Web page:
As a Western democracy, shouldn’t we respond to this by saying that one of our most important values involves respecting the rights of others? For me, freedom of expression ends when people start inciting hatred and intolerance. But perhaps it’s better not to ban these right-wing parades and instead just laugh at them!

 

Would you say there is too much tolerance in these cases?

If we insist on limiting freedom of expression where we disagree with people, it might backfire on us. Right-wingers will just turn around and say, good, well then, no one is allowed to wear a veil in school. I would say that as long as no one’s human rights are being violated, every individual should be able to live the way he or she wants and believe in the God he or she wants to. But it’s not a human right to be allowed to insult someone or to call for violence; that’s where freedom ends for me. At that point, we have to have the courage to say: that is illegal.

 

Is it possible that people’s fear of new and strange things is justified now and then? For example, job losses and globalization without state regulation? Is this what makes us want to huddle together in small groups?

Yes, it’s scary how fast the world is changing. And we simply cannot allow right-wing groups to be the only ones addressing these fears, especially the fears relating to refu­gees. After World War II, Germany welcomed millions of refugees from the east. If it was possible back then, why is it a problem today?

 

Those individuals were predomi­nantly German-speaking people, displaced persons and refugees.

This is true, but today’s immigration is giving Germany a major opportunity to get something back that we had before WWII. As a country, our culture was more diverse back then than it is today, plus we were funnier, we had a greater sense of humor and we were more educated. But then we destroyed everything that embodied those virtues. Today, we’re seeing new and enriching aspects coming into Germany from other cultures.

If we take America as an example, it’s easy to see what kind of cultural richness results from these new impulses. The country has always defined itself by way of immigration – even if Trump doesn’t want to recognize this fact.

I’m a big fan of the multiplicity of voices, tastes and colors. I miss that when I’m in Germany. When I look around here, I think, everything is so white. I wish we could get everybody in Europe to get their DNA tested. Then we would recognize where we all come from. Nobody would be able to insist that they’re “from here” and others are “from somewhere else.” We’re all mixed-race.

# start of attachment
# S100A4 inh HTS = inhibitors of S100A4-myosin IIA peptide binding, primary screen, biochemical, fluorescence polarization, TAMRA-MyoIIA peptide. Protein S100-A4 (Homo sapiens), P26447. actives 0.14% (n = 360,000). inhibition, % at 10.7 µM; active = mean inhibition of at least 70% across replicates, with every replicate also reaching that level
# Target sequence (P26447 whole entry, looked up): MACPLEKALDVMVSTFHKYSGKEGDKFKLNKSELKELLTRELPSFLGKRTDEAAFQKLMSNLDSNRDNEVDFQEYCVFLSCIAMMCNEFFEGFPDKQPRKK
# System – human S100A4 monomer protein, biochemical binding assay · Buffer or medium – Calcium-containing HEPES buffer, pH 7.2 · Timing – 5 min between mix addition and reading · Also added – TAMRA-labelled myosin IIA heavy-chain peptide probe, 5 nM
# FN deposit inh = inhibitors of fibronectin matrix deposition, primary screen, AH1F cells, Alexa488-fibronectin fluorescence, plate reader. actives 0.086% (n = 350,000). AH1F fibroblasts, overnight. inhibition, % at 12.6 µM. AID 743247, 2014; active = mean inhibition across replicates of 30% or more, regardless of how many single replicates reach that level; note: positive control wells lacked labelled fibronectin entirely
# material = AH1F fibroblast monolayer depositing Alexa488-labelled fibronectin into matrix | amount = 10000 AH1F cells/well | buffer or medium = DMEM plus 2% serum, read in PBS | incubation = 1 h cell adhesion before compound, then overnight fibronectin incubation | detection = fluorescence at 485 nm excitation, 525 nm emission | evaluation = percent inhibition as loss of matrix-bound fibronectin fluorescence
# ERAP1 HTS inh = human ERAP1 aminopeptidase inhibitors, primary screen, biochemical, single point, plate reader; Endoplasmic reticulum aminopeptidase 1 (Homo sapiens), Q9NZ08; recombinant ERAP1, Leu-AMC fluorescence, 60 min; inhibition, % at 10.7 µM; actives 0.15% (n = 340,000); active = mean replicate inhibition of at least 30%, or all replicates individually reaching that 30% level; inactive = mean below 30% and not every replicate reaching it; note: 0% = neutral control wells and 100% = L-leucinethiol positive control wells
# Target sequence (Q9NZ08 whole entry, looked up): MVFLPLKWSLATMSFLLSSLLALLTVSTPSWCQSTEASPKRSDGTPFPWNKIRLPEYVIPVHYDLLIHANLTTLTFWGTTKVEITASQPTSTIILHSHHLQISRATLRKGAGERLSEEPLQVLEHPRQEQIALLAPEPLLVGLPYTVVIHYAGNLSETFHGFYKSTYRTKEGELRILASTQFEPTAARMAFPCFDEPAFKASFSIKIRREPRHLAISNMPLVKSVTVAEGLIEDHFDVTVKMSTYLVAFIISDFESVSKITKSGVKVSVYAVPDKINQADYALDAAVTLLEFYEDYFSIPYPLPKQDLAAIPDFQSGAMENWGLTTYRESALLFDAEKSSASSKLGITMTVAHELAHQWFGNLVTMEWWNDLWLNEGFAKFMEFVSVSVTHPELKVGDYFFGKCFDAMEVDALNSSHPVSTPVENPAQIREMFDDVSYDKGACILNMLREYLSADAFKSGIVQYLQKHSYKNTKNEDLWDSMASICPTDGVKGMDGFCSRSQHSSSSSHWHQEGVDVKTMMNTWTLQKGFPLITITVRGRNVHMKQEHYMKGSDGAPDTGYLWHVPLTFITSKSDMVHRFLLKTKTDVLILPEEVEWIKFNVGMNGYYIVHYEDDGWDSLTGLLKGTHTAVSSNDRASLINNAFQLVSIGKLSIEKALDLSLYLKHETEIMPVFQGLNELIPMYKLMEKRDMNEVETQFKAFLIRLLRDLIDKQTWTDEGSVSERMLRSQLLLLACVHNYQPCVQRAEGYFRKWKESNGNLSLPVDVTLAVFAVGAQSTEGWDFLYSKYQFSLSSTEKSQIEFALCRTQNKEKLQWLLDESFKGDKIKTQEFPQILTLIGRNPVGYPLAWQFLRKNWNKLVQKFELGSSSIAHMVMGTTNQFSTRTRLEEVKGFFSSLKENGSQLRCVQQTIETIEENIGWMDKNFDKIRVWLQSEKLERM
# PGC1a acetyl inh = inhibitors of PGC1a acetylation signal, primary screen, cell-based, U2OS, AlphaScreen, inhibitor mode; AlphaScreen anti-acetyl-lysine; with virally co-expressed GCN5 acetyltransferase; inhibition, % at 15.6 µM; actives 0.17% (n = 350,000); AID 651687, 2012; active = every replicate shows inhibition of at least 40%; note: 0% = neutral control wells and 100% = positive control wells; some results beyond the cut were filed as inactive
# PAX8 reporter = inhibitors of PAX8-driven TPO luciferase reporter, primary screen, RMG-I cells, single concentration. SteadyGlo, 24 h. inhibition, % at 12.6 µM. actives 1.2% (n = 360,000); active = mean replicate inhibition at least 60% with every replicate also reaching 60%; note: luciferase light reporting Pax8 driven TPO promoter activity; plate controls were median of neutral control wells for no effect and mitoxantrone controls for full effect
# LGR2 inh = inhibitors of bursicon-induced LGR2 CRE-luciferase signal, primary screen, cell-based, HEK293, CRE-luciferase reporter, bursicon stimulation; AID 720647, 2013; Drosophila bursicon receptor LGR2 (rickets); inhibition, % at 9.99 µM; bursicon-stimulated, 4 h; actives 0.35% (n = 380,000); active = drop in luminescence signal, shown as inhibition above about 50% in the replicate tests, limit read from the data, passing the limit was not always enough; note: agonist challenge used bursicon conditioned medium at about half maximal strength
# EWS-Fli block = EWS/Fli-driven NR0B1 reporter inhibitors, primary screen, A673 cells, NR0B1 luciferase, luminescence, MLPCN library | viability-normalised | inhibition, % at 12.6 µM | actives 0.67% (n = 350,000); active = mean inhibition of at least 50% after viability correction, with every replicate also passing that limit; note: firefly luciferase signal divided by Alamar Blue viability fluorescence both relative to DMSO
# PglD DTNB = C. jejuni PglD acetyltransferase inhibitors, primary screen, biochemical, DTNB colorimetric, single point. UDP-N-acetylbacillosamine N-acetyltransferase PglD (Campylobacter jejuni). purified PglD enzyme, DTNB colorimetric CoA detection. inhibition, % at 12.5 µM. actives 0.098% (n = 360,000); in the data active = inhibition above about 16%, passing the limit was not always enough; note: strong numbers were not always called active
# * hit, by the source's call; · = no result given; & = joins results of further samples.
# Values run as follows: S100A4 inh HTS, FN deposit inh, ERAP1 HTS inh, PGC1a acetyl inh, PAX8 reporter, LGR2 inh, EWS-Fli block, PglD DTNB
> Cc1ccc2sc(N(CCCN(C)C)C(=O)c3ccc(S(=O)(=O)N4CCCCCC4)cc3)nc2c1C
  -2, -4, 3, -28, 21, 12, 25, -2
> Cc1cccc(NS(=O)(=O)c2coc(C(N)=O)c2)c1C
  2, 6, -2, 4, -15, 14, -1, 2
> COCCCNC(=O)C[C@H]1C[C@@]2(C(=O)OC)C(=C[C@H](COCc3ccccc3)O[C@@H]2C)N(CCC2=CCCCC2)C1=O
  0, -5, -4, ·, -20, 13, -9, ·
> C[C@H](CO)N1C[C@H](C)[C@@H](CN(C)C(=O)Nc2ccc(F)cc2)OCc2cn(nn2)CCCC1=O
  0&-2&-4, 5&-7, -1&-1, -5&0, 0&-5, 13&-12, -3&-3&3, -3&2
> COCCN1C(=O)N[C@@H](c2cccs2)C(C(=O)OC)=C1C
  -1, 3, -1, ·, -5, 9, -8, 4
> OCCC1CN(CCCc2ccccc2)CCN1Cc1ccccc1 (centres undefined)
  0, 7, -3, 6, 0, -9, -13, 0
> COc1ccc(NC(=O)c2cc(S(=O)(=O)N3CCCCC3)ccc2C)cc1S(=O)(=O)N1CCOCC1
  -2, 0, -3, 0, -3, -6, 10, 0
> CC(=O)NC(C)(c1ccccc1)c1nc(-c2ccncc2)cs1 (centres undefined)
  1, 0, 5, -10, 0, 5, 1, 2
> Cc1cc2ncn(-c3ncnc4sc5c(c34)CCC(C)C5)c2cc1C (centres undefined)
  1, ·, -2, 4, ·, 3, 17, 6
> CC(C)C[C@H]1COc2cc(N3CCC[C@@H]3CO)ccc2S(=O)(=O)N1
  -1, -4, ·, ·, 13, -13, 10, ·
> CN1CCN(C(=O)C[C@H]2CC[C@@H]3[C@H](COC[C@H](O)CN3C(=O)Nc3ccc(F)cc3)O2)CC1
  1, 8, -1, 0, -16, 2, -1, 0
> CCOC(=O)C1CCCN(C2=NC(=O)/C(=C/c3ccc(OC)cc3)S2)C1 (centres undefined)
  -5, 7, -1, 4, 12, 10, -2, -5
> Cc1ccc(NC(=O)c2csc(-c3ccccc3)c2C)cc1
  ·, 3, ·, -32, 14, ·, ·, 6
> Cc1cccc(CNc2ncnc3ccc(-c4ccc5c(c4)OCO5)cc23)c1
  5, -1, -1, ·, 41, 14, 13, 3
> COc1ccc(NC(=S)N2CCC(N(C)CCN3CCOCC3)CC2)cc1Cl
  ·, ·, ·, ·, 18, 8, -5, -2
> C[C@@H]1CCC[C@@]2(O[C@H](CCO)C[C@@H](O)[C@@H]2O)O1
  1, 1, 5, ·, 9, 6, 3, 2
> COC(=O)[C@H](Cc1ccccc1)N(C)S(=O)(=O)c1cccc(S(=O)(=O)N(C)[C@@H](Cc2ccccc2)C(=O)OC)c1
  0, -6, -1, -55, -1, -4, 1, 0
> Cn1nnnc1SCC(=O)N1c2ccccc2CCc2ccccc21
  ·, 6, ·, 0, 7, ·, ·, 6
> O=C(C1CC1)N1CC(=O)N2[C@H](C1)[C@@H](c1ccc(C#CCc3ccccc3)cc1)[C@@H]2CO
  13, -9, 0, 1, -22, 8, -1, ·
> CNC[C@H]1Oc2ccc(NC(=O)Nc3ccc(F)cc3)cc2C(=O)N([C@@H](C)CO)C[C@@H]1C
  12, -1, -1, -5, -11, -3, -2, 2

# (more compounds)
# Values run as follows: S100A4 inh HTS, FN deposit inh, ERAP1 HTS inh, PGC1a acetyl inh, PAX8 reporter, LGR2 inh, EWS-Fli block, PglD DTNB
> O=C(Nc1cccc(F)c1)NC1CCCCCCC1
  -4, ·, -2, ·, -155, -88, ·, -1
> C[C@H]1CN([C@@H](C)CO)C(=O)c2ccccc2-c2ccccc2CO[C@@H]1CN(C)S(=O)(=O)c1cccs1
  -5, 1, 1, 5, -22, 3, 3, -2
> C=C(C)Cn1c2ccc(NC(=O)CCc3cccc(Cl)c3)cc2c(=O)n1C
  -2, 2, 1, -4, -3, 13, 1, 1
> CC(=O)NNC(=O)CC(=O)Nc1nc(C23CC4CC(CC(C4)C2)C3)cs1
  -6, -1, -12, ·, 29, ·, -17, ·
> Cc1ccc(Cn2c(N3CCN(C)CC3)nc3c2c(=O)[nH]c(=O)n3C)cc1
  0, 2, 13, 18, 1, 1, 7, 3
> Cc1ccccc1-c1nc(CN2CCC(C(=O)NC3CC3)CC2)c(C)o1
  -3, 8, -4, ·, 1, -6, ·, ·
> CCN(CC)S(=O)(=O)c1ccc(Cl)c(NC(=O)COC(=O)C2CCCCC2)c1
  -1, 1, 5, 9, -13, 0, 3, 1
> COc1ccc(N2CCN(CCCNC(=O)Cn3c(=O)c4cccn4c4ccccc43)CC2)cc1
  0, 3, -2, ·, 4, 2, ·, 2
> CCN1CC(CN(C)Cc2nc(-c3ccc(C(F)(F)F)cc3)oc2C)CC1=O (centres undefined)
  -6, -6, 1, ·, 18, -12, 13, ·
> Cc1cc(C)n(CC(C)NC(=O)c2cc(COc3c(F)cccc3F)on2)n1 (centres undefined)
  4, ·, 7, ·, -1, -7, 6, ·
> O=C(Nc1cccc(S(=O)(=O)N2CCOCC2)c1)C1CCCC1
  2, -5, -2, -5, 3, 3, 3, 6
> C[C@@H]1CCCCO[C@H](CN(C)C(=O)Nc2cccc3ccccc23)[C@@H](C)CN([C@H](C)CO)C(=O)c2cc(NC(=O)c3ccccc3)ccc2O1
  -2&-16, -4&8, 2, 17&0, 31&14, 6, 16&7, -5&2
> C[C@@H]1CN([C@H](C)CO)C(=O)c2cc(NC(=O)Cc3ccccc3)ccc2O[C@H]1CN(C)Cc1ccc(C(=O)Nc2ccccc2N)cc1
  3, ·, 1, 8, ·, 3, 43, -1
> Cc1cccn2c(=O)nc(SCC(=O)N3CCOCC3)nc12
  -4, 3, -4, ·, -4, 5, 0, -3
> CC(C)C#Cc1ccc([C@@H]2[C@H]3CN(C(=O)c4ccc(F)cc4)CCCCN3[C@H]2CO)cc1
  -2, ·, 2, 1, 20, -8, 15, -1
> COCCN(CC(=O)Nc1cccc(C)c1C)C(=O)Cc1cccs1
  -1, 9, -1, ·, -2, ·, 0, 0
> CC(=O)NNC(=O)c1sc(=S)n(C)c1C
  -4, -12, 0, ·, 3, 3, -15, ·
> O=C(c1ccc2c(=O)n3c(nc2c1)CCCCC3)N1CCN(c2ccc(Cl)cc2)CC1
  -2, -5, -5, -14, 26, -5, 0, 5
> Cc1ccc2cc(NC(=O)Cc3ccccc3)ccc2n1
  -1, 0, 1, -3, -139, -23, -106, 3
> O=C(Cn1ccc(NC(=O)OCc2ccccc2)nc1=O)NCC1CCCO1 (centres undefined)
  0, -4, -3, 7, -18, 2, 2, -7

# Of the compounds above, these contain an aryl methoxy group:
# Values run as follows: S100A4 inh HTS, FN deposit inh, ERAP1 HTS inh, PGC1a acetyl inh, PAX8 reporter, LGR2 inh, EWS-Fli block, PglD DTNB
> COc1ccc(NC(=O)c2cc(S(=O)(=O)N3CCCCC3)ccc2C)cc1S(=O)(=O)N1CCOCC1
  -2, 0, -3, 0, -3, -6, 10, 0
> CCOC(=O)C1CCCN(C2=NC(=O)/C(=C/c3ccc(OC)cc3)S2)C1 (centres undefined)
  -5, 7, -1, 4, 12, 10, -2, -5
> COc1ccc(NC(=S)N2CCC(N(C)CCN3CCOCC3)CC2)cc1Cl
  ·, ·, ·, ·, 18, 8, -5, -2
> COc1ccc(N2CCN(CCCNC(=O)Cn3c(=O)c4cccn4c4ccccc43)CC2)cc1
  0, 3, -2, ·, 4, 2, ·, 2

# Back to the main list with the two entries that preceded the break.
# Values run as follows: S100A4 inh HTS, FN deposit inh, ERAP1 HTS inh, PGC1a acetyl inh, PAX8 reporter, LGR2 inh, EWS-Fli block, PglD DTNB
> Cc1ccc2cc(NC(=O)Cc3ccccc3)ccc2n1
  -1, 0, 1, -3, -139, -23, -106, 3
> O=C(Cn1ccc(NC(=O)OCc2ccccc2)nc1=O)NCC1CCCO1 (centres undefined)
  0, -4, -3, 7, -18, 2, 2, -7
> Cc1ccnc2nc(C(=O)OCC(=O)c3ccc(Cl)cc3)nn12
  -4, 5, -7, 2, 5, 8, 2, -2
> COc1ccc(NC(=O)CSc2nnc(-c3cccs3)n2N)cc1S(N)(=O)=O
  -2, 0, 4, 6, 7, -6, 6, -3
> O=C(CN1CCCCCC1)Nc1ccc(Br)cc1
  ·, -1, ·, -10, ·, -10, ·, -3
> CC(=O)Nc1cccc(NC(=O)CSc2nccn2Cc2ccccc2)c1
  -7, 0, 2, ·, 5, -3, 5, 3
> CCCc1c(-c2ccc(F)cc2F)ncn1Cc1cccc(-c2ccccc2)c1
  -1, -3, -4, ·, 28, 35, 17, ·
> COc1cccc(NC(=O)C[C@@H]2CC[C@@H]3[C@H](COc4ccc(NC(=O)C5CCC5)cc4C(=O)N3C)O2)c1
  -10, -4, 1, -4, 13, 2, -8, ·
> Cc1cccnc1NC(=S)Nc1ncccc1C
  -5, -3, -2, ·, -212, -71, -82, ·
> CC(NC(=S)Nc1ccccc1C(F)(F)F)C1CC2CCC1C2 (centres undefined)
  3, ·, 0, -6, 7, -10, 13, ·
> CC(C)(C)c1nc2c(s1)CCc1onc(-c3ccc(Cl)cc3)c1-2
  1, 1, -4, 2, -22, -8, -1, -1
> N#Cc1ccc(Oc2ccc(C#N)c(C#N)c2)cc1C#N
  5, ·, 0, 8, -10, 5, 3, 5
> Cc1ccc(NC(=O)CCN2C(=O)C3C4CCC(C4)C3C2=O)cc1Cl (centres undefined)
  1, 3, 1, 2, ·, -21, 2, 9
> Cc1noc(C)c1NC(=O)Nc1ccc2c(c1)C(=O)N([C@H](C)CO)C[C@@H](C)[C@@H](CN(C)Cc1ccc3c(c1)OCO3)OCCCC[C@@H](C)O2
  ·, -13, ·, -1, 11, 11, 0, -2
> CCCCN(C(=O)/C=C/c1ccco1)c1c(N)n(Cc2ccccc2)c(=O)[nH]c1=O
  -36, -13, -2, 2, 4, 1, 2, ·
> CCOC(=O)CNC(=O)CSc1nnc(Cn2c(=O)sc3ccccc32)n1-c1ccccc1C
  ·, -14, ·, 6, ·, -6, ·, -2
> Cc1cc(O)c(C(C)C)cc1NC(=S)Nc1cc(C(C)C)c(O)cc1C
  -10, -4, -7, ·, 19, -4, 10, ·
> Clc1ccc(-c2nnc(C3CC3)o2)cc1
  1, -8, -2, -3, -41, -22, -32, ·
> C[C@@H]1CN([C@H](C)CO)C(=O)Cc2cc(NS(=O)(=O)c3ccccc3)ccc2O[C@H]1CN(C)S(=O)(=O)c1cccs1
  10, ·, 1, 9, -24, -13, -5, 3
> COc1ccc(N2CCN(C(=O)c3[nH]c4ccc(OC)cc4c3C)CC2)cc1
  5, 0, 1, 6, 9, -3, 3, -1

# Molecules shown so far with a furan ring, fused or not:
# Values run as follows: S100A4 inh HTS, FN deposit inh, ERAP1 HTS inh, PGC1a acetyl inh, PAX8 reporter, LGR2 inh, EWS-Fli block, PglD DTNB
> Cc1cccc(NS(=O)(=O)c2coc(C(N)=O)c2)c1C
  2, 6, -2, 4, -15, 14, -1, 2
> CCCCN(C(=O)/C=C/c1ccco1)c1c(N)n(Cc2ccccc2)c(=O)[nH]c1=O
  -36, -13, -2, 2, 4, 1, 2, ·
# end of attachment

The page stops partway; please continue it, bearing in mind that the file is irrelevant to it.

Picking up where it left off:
But it’s not about blood, it’s about cultural background. This is what so many people in Europe are afraid of, not just the right-wingers. Are these fears justified?

As a woman, I cannot condone girls being prohibited from going to school or women prohibited from marrying whomever they choose. It is important that every nation speaks out against such things. We have an obligation to criticize and, in part, to fight against them. We have to support everything that feeds our values. We have to educate immigrants and provide them with professional training. It will cost a lot of money, but it’s the only way we will be able to get something back. We cannot allow immigrants and refugees to be ghettoized from the very beginning and prevented from working. If we do it right, this wave of refugees can enrich our culture. Incidentally, this is a wave of migration we are deeply implicated in, that is, one that we triggered due to our own economic and political policies. And now we’re all sitting on our yachts complaining about the rafts filled with poor people who want to come to our shores. Our first impulse is to build walls and fences.

 

In this sense, Europe and the US have something in common. But what exactly was the trigger? The Iraq War in 2003, which politically destabilized the region?

That was certainly a major trigger. Unfortunately, however, the seeds of violence have always been there in multiple ways, whether as a result of colonialism or fascism. If I had been born Jewish, I would no longer believe that my neighbor had peaceful intentions. The seeds of past violence will continue to sprout. Some refugee movements are even the result of our aggressive colonialism. These days, many Europeans are self-righteous and unwilling to face their colonial past.

Most importantly, in the din of all the chaos we cause each other every day, we never get to the point where we recognize the key theme we should be facing as humanity, namely climatic disaster. Instead of focusing on our dying planet, we are entirely obsessed with our own daily affairs and power struggles. Later generations will scold us for being so preoccupied with nation­alist ideas while our climate collapses around us. And, of course, we continue to believe today that it’s up to us to decide whether our planet continues to exist or not. But it won’t be us destroying the planet. It will be the planet destroying us.

 

Peter H. Koepf spoke with Cornelia Funke at the launch of “Deutschlandjahr in the USA” on Aug. 25, 2018, in Berlin.

Cornelia Funke
is a bestselling children’s author.